Monday 8 April 2019

Kolkata’s Durga Puja may get UNESCO heritage status

The festival is India’s official nomination for the 2020 edition of the Intangible Cultural Heritage list

India’s apex cultural body, the Sangeet Natak Akademi, has nominated Kolkata’s iconic Durga Puja celebrations to be included in UNESCO’s list of Intangible Cultural Heritage (ICH) for the year 2020.

Why Durga Puja?
Every year, UNESCO adds to its list of ICH cultural traditions and arts from around the world, either as ‘In Need of Urgent Safeguarding’ or in its ‘Representative List of ICH of Humanity’. India’s nominees are proposed by the Sangeet Natak Akademi, which was appointed as the nodal agency for ICH by the Union Ministry of Culture in 2011. The proposal is expected to outline, among other things, the entry’s social functions and cultural significance in its community, how its inscription on the list will contribute to its visibility and dialogue among its various stakeholders and relevant communities.

In its nomination of Durga Puja for the Representative List, the SNA stated that: “Durga Puja is the best instance of the public performance of religion and art in the city. It witnesses a celebration of craftsmanship, cross-cultural transactions and cross-community revelry. The manner in which the festival is enmeshed in a web of competition and consumption, accelerated by the winning of accolades, secures its secular identity, embedding it in the contemporary global cultures of touring, spectacle, and entertainment. The exemplary character of Durga Puja lies in its ability to not temporally bound itself to the ritual occasion. Its dynamism lies in it being a constantly mutating event – in its fusion of tradition with changing tastes and popular cultures, and in the adaptation of the iconographies of Durga and the styles of her temporary abodes to cater to new regimes of art production.”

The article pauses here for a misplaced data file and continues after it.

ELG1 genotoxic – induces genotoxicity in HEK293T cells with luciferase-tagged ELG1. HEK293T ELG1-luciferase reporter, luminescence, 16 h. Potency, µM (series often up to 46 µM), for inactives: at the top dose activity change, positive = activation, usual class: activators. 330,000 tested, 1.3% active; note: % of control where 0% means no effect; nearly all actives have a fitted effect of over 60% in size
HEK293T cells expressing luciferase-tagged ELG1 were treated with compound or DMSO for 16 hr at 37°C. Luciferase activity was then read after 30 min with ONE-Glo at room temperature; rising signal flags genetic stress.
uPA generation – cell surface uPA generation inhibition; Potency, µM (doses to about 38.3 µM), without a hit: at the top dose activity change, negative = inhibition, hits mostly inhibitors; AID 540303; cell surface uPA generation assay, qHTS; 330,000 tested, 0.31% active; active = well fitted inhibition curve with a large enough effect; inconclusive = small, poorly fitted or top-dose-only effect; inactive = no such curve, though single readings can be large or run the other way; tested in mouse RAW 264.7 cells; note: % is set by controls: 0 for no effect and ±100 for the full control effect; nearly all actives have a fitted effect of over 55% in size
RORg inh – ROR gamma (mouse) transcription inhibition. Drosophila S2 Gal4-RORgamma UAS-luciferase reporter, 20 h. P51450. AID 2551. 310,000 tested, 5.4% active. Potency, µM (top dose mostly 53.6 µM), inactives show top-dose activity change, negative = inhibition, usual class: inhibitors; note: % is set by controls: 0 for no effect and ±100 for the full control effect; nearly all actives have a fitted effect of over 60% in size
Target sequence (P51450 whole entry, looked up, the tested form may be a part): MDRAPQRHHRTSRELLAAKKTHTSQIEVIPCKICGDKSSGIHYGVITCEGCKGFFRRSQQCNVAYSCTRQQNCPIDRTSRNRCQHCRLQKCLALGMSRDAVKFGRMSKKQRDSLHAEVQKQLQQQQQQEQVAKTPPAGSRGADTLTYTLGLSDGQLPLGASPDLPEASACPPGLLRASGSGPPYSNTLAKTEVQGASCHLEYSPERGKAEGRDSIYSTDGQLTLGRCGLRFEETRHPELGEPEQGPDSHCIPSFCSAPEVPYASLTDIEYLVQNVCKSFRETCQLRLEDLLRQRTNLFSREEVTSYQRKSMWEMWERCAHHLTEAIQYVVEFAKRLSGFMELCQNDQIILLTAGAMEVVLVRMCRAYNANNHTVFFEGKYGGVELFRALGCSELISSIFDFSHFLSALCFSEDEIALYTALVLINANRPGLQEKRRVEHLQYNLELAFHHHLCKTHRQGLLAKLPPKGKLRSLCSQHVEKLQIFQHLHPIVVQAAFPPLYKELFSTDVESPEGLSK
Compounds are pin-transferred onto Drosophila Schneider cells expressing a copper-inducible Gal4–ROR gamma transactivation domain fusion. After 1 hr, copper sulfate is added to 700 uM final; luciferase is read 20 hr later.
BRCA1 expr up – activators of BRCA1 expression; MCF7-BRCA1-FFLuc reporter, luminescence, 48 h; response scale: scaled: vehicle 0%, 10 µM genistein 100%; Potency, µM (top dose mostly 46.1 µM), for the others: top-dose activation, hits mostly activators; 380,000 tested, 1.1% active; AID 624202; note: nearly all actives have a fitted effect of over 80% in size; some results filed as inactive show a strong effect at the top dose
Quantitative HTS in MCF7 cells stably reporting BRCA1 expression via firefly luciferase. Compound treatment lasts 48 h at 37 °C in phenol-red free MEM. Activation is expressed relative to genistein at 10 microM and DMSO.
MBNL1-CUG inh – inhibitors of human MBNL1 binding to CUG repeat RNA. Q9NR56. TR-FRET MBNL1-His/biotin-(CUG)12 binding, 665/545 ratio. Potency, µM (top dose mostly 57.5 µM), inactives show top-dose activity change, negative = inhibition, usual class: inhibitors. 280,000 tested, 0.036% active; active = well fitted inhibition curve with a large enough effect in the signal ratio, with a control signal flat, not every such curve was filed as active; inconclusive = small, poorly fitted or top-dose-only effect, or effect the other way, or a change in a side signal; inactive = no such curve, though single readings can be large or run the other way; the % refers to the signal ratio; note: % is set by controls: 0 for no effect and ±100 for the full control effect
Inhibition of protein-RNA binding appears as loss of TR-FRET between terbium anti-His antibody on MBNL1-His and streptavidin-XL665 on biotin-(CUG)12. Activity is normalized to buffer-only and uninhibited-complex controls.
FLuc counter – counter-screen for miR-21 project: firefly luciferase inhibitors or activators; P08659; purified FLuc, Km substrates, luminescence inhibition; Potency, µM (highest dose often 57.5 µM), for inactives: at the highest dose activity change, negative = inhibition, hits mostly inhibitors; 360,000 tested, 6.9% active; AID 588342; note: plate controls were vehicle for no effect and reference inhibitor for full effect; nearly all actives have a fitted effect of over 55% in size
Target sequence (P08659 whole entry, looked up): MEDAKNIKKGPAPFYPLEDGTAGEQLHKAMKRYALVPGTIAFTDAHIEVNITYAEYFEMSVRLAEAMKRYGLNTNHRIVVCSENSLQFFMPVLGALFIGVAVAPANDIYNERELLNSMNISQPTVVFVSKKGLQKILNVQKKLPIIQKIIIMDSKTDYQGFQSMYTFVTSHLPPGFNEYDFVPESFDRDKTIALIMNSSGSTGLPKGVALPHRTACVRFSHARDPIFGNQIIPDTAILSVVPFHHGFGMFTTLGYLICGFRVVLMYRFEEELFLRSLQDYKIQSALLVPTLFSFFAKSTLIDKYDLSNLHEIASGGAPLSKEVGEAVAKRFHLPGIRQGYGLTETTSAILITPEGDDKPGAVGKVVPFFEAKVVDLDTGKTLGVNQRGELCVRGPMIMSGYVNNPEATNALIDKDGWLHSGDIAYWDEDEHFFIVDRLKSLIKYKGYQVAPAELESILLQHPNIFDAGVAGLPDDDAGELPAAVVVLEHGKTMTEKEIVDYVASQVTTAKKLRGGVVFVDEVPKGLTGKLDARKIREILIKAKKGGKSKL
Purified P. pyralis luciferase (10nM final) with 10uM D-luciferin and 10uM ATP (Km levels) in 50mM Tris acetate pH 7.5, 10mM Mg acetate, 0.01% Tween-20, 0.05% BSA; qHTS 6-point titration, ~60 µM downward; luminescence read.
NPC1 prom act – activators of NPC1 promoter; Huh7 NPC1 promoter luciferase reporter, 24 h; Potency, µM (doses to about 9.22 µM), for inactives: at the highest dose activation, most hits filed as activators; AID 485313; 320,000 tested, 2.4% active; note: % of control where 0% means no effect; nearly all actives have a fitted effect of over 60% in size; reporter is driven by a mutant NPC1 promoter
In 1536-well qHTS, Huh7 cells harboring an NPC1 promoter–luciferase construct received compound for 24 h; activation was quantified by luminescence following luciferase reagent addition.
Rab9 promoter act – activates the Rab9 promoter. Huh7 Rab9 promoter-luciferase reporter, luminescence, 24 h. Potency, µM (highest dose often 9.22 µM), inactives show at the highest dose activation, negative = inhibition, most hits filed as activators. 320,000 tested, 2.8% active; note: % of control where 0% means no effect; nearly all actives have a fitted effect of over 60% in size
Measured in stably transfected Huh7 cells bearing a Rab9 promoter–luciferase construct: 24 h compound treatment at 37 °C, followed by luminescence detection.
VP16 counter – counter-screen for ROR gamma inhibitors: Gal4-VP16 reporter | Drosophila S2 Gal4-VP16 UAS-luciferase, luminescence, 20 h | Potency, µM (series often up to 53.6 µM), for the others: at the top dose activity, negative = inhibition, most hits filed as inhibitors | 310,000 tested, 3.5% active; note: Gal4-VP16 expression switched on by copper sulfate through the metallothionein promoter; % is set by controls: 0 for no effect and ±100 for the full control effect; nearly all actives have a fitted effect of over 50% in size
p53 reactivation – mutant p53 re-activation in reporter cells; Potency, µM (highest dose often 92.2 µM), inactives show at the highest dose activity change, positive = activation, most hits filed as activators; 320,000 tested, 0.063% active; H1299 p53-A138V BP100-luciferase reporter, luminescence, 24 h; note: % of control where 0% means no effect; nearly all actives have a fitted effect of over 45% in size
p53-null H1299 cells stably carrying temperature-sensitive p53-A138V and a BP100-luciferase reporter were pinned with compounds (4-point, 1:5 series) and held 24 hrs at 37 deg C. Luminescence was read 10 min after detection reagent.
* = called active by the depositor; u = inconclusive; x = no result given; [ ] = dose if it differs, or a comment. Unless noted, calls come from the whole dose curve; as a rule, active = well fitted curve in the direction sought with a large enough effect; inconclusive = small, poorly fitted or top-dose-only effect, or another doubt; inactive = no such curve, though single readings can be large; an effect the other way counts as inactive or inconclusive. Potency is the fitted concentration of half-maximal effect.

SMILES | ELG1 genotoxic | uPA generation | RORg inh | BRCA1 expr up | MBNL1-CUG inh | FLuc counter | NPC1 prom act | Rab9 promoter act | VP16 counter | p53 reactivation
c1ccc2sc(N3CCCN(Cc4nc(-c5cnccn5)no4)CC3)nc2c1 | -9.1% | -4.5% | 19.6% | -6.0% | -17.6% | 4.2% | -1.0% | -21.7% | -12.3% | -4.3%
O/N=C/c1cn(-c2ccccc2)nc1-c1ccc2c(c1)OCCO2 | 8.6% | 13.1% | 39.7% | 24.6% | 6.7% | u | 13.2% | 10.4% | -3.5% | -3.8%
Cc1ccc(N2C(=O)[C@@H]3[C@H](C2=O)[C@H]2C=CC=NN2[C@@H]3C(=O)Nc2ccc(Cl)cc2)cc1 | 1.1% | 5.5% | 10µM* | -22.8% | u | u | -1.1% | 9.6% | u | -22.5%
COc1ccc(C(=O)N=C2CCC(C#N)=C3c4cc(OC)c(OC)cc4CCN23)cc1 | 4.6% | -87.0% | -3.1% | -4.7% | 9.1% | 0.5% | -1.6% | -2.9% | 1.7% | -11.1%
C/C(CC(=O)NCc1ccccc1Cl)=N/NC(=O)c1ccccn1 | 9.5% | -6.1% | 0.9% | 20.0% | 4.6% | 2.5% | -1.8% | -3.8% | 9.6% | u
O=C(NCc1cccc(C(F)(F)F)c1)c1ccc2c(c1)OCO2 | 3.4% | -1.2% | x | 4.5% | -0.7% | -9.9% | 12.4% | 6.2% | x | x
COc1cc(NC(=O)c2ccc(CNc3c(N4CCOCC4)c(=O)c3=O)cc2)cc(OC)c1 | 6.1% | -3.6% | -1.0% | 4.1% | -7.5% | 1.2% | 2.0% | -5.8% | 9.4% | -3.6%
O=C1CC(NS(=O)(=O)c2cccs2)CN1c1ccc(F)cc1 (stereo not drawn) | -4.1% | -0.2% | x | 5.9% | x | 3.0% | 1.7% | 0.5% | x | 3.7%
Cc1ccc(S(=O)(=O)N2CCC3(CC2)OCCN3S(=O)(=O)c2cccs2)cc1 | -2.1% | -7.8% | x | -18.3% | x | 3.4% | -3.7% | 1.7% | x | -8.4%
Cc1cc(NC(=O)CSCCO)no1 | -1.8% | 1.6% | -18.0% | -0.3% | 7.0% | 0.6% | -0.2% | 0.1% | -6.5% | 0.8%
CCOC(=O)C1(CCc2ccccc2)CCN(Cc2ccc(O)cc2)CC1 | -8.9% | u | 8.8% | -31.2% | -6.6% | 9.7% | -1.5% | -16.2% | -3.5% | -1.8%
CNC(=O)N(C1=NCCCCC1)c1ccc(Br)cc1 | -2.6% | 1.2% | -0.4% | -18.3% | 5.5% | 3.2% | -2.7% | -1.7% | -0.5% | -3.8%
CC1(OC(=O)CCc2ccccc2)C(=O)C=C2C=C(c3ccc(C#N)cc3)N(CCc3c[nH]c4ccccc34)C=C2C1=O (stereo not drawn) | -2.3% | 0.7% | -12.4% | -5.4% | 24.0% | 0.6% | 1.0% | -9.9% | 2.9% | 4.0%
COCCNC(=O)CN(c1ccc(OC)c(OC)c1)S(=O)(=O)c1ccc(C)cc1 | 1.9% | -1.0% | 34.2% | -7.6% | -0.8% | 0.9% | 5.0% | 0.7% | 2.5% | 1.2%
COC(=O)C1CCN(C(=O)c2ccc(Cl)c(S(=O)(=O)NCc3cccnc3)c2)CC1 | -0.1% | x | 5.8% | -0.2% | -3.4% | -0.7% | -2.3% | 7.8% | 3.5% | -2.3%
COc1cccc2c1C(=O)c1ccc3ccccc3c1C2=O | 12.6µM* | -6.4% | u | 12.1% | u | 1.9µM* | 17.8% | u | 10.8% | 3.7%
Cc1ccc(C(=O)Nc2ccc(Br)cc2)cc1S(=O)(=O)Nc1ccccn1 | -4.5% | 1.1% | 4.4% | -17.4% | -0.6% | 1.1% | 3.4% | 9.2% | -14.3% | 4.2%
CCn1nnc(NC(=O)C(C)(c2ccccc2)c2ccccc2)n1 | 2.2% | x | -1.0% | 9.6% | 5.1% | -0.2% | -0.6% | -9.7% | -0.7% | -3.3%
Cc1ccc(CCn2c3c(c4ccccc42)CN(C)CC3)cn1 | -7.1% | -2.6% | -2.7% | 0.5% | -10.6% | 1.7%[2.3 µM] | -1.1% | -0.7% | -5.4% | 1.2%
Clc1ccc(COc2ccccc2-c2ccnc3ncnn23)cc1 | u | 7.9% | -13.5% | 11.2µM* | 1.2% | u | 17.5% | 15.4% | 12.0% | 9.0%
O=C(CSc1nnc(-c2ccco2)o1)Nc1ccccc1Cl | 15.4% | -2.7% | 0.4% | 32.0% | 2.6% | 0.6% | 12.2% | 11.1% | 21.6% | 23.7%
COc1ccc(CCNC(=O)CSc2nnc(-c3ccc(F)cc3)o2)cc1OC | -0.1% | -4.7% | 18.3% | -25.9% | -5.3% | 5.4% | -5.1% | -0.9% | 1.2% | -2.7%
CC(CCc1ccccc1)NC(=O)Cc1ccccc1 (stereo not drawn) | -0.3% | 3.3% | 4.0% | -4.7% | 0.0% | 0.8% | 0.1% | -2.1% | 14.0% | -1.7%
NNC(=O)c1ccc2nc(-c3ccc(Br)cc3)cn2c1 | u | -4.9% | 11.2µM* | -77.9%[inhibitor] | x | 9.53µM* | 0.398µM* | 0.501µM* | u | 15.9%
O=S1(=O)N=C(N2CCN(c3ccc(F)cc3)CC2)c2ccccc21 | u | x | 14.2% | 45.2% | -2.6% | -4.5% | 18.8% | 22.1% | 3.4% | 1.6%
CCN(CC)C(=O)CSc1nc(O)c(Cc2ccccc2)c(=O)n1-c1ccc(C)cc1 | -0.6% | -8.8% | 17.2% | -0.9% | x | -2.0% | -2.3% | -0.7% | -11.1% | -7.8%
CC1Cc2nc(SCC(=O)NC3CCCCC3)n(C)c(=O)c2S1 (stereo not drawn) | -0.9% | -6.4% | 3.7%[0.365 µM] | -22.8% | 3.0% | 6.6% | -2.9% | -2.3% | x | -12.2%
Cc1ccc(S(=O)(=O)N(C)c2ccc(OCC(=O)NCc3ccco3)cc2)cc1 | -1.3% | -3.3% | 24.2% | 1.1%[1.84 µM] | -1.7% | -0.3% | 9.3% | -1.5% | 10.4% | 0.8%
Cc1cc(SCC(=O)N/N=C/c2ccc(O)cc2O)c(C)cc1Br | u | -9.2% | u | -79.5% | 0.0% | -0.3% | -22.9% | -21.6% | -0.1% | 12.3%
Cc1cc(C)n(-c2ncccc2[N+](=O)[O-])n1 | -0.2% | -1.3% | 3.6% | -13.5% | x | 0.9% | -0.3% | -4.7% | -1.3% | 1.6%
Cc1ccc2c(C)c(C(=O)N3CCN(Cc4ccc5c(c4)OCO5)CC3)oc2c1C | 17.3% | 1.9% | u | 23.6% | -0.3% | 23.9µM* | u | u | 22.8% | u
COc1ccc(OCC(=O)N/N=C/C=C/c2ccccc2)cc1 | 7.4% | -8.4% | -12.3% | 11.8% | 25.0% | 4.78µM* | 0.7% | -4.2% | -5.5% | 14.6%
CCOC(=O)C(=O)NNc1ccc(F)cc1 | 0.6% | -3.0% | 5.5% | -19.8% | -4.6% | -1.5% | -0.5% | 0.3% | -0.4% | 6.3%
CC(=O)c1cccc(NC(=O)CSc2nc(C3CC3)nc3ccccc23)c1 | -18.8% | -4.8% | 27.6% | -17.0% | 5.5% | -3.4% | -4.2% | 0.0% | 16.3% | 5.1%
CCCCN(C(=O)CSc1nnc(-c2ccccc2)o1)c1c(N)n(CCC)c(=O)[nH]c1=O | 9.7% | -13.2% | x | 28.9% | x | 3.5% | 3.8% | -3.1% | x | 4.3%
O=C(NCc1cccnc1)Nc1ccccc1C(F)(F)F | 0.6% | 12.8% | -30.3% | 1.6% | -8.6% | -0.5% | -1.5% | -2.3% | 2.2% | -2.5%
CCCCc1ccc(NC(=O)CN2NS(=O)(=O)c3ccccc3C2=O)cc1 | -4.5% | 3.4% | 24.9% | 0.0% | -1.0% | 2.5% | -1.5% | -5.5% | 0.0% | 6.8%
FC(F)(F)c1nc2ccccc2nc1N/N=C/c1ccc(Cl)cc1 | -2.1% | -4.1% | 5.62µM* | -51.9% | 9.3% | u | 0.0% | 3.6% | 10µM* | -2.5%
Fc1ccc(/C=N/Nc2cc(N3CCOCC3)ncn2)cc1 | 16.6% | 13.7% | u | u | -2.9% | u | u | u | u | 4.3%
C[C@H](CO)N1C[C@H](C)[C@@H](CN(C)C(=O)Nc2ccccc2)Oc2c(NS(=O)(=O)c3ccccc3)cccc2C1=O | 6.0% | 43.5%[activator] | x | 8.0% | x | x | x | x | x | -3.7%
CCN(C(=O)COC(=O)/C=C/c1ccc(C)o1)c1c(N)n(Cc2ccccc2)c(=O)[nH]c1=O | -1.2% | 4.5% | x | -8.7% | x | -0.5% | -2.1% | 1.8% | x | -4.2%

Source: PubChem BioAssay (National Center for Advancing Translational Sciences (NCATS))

India’s entries on the Intangible Cultural Heritage list
India currently has 13 ICH on the list, including the Kumbh Mela, which was added in 2017, yoga (2016), the dance forms of Chhau, Kalbelia and Mudiyettu (2010), Vedic and Buddhist chanting (2008 and 2012) and the tradition of brass and copper utensil making in Punjab’s Jandiala Guru (2014). All of these are on the UN’s Representative List.

In addition, there are a number of elements that have been nominated to the Representative List by the SNA over the years, but have not yet been selected by UNESCO. These include Qawwali, turban tying in Rajasthan, Kalamkari and Phad paintings, the art of Kolam, Patola textiles and Nautanki theatre.

(Source: CN Traveller)

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